Review Blog

May 22 2013

Wool by Hugh Howey

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Century, 2013. ISBN 9781780891248.
This novel falls firmly into the dystopian fiction genre. It opens with a killer sentence, if you'll pardon the pun: 'The children were playing whilst Holston climbed to his death . . .'
The action takes place in an underground silo, buried beneath the earth as a response to the above-ground having become completely uninhabitable, a wasteland of swirling toxic gases and poisoned earth. How this came about is only partially explained towards the end of the novel. The silo has been in existence for many generations, and is completely self-sufficient. Every generation or so there is a minor or major uprising, as the inhabitants chafe against the strong control and isolation of their existence. These uprisings are put down pretty savagely by Security. There is an interesting twist adolescents will enjoy, which is that cleaning is the fatal consequence for committing the most punishable crime. Teacher librarians will also be amused by the fact that I.T. are the baddies.
The author was a professional yacht captain before becoming a writer, and he is certainly to be commended for his initiative and imagination in producing this novel. However, there are certain serious faults which mitigate one's enjoyment, and which should have been addressed before publication.
Firstly, the novel is far too long, clocking in at 535 pages. I feel it would be much better had it been edited to about two-thirds of its length. The establishing section, whilst interesting in itself, is a bit disconnected from the remainder of the novel, and in fact we don't meet the main protagonist until page 89.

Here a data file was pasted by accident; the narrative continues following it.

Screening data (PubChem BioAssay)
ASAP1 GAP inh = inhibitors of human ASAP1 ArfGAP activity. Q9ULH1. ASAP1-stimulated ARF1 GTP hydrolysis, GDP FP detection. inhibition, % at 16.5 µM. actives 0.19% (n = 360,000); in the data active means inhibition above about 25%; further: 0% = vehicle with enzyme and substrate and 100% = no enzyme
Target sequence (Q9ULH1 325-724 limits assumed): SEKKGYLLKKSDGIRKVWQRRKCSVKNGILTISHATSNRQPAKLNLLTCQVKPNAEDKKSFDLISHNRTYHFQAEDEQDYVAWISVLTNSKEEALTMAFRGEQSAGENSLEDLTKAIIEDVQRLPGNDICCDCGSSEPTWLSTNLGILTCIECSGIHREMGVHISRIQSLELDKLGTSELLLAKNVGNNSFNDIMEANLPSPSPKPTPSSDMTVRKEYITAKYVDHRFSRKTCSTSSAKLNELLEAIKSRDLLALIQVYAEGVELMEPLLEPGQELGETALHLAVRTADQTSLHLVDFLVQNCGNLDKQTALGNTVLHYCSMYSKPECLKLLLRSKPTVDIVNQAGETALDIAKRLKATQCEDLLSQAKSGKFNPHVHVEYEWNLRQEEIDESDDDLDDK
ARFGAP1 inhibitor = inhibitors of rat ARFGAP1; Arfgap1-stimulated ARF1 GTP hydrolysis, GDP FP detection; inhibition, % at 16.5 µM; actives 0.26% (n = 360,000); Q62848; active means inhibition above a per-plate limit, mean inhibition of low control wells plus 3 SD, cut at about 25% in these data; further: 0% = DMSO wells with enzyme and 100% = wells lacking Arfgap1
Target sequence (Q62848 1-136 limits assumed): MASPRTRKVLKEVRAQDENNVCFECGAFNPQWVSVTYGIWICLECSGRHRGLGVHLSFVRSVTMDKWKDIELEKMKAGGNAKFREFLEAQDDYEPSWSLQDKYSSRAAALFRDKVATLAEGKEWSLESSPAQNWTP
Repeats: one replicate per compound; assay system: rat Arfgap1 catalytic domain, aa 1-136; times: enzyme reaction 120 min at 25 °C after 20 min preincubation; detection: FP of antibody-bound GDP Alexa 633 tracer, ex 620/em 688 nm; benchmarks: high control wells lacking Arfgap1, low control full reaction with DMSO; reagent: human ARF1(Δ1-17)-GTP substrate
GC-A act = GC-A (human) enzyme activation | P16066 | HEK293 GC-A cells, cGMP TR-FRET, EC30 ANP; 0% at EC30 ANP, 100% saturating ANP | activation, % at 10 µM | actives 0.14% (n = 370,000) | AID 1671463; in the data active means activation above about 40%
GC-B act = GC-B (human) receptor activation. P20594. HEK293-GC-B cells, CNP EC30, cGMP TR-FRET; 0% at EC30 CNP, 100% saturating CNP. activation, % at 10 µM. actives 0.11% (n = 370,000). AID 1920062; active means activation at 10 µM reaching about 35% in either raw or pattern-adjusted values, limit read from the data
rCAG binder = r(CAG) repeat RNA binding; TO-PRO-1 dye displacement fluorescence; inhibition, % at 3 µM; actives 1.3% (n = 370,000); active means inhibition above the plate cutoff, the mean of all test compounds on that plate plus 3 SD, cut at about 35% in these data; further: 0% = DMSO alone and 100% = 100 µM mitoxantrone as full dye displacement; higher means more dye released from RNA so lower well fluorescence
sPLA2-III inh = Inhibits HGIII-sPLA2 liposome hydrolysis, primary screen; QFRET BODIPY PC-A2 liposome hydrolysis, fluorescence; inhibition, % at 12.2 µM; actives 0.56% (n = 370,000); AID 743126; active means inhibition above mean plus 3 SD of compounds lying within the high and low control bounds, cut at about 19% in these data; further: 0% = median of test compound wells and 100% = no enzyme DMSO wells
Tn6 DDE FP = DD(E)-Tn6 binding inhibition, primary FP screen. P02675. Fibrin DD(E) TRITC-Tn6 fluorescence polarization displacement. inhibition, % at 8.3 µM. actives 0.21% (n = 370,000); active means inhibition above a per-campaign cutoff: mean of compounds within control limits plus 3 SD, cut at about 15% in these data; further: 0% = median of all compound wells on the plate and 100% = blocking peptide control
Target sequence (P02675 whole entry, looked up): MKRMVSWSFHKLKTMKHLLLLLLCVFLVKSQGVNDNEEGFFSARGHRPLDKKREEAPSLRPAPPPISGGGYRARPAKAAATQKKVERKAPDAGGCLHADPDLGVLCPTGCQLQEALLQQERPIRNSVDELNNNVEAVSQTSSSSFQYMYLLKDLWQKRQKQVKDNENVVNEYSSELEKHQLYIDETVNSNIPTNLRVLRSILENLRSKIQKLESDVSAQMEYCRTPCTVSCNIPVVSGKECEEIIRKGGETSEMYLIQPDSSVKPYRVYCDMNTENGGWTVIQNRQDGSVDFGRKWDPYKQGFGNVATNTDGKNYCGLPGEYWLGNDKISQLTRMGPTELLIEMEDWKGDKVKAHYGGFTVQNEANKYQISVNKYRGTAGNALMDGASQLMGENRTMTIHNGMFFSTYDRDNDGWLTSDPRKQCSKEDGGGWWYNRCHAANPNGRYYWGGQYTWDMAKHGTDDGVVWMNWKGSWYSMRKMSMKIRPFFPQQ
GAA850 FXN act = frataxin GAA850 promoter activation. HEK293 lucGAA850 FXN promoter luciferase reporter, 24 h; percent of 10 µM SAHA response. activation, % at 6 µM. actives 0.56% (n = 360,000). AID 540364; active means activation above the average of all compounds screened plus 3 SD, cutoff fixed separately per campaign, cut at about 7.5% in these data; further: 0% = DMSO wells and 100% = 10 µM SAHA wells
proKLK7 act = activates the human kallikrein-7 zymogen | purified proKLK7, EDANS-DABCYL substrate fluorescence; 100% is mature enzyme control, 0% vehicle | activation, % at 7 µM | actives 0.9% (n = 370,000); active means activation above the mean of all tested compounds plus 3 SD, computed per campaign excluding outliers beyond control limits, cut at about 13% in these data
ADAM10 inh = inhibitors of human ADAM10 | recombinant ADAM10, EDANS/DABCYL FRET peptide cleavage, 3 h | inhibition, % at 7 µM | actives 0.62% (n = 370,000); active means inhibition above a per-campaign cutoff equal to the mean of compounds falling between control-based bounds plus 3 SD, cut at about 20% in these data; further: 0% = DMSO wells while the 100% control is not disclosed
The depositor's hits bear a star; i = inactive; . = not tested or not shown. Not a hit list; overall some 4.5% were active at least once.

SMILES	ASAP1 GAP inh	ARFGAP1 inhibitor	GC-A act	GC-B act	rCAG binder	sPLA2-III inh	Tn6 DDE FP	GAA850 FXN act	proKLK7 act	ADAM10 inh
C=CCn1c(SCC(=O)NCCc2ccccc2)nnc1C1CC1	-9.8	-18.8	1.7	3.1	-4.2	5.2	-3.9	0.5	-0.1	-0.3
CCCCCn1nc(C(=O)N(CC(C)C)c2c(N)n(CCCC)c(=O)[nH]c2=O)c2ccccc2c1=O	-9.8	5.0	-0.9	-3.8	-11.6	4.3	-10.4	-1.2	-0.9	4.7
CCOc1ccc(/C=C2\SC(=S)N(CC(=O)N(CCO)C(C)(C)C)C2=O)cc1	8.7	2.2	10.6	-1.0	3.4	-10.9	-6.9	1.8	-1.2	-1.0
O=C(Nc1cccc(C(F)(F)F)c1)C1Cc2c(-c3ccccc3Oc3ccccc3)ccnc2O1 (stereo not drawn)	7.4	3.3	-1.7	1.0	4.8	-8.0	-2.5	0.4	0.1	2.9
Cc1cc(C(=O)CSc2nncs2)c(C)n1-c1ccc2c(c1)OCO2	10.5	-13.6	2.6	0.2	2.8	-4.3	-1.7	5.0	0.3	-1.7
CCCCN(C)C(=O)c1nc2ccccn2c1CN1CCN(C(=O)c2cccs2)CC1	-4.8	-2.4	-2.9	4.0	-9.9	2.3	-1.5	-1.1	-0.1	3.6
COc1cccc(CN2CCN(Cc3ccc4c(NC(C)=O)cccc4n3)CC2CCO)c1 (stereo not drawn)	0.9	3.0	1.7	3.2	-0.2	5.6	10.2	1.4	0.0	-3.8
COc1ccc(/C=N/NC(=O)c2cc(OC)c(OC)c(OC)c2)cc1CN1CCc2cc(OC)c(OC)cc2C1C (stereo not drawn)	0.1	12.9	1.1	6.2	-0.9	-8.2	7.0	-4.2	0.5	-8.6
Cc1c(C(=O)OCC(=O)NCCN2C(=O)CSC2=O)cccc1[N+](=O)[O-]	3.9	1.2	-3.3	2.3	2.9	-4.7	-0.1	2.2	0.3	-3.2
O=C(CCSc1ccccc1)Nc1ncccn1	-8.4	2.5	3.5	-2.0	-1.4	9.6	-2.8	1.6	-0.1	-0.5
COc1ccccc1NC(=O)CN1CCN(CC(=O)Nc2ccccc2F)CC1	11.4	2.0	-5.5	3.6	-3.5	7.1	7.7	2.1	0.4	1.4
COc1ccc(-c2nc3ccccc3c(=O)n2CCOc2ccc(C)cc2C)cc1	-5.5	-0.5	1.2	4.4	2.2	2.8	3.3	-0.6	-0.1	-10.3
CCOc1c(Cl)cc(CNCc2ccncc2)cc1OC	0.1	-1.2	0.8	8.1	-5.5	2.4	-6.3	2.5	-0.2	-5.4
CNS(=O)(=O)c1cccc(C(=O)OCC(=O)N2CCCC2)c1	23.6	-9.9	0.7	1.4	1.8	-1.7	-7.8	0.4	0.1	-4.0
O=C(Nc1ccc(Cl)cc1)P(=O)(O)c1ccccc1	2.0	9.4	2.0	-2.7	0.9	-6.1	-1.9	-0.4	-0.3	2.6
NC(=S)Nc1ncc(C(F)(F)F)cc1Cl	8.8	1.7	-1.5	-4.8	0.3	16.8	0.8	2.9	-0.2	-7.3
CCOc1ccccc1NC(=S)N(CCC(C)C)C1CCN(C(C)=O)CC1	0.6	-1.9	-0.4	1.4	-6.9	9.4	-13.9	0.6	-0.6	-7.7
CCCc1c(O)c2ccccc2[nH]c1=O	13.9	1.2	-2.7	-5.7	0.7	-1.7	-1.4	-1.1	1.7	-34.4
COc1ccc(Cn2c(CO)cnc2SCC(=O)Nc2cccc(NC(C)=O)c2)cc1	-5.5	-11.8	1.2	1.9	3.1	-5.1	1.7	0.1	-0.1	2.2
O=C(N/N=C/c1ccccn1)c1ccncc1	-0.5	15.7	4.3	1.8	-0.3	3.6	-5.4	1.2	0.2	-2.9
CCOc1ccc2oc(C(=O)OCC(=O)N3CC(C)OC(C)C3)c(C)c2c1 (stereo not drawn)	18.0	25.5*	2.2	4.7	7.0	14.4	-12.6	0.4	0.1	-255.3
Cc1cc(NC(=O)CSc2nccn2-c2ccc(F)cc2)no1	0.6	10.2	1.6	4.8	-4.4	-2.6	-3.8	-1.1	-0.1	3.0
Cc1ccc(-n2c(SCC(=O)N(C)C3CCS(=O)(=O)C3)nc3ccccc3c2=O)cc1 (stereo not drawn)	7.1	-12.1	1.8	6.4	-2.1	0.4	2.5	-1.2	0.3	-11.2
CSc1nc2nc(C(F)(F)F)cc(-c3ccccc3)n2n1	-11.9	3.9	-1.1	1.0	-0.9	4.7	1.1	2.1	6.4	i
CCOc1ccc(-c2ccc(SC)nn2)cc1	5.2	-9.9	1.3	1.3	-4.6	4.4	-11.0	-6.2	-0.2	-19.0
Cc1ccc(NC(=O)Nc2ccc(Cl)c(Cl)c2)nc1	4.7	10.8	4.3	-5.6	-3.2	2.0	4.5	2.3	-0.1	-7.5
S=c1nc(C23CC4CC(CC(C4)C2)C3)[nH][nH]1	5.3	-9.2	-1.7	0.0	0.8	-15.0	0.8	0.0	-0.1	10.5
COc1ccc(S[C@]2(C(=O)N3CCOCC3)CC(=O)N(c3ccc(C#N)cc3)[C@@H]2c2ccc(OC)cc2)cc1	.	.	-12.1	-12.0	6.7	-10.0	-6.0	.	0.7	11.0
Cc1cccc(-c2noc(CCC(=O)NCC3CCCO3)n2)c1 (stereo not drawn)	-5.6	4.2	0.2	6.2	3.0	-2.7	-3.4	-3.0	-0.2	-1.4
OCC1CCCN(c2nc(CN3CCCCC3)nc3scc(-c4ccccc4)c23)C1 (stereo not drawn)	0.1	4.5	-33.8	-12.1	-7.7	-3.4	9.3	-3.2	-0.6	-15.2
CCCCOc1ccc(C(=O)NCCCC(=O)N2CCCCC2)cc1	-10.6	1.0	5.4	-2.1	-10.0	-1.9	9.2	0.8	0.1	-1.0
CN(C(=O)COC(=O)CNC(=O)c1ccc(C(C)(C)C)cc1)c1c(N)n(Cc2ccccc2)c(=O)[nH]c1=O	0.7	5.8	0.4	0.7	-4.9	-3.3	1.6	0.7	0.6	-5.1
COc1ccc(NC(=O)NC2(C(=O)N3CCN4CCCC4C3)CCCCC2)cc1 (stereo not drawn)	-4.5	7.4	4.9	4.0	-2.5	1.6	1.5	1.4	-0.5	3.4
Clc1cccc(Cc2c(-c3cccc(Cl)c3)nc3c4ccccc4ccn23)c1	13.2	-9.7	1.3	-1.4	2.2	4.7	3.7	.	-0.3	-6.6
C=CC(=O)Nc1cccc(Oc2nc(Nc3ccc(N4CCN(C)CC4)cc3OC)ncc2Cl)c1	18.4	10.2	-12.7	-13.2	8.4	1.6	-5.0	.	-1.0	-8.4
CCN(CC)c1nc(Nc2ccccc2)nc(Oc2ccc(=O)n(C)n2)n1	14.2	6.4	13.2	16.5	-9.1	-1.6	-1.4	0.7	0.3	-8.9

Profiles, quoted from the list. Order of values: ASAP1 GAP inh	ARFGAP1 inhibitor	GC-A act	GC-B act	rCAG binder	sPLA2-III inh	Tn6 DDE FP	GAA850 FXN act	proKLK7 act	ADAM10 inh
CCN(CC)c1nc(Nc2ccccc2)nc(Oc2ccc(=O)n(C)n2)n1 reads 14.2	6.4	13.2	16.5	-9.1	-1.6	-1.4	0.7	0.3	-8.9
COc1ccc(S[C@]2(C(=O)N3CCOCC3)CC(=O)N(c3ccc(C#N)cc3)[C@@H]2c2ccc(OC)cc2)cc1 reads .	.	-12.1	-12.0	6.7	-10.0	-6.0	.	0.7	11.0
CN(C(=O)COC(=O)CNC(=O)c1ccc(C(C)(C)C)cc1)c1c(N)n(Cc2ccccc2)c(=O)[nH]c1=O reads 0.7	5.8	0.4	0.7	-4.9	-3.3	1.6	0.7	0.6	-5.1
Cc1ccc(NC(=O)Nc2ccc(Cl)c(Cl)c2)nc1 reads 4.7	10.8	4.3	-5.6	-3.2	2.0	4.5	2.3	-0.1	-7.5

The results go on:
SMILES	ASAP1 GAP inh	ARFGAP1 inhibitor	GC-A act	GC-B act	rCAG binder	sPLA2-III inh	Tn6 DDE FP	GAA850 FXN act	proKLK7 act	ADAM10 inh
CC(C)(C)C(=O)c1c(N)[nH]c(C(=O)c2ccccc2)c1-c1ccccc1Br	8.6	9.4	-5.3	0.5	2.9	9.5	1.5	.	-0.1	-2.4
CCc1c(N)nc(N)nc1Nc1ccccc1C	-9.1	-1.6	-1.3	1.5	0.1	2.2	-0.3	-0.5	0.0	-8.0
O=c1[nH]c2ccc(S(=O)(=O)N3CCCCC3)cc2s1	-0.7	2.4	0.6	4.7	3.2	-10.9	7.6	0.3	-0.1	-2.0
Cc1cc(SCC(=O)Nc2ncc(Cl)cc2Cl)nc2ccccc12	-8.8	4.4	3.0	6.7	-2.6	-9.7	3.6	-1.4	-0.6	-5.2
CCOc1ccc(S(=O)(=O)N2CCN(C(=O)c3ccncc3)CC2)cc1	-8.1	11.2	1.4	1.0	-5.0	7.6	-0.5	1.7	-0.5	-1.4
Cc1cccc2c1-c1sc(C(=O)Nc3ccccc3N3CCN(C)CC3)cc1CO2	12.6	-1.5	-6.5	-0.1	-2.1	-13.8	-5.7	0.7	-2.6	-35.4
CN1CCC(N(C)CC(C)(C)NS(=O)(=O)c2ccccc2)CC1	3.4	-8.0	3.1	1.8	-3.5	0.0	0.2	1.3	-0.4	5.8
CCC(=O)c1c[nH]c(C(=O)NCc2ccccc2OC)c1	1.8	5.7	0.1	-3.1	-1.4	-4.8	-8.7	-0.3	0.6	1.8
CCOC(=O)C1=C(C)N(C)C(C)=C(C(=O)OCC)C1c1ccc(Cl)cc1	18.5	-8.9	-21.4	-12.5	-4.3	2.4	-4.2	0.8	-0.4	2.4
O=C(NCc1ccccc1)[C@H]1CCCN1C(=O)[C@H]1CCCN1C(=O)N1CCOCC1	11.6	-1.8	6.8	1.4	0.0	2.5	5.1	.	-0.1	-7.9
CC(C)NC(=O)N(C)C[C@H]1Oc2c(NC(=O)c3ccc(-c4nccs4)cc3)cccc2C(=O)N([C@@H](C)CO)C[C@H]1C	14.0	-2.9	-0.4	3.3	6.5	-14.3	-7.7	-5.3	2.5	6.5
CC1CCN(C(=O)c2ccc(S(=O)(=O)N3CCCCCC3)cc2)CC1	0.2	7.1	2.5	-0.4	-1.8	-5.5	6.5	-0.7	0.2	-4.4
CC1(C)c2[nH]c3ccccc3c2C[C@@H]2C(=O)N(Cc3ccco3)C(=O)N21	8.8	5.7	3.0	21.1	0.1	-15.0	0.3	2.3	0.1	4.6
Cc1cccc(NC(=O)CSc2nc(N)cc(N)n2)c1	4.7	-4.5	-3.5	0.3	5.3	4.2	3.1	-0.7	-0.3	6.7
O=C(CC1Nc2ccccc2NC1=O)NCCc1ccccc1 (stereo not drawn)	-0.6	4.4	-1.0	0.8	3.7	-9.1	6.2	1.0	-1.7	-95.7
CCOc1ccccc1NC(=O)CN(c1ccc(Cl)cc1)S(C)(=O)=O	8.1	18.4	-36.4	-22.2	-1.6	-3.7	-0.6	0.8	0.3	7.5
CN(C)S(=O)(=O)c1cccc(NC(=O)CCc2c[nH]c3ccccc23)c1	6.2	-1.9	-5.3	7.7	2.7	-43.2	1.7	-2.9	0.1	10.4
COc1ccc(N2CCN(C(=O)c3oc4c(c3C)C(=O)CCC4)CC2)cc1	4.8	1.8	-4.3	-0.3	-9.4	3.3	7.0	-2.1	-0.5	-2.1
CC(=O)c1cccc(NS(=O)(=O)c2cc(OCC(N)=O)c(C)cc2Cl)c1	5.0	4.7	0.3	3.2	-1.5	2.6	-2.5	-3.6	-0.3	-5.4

There are occasional infelicitous or awkward sentences, e.g. 'It was lunchtime, but neither of them was powerfully hungry', or 'He tried to wrap his brain around it, while Alison sat in the cell . . . seemingly pleased with her far worse status as a cleaner'. In fact 'powerfully' used as an adjective appears numerous times throughout the book, e.g. 'she powerfully hoped so', and I can't help thinking this is an awkward construction and should have been edited out.
Some of the plot reveals are quite unexpected and genuinely surprising, although the denouement felt rushed and only partially explained, as though the author realised the length had got out of hand and was trying to wrap up the novel quickly. It actually ends on a bit of a cliff-hanger, obviously a tempter to read the next instalment in the story, which is introduced by a few pages at the end. This is a throwback to my childhood days in the local cinema, where the hero or heroine ends the instalment for that day in a very perilous situation, and we had to wait until the following Saturday afternoon to find out what happened. Nothing wrong with that!
Would I read the sequel? I was asked if I wanted to review it, and whilst it would be interesting to follow the rest of the story, if it is anywhere near the length of this novel I won't be doing it.
Peter J Helman

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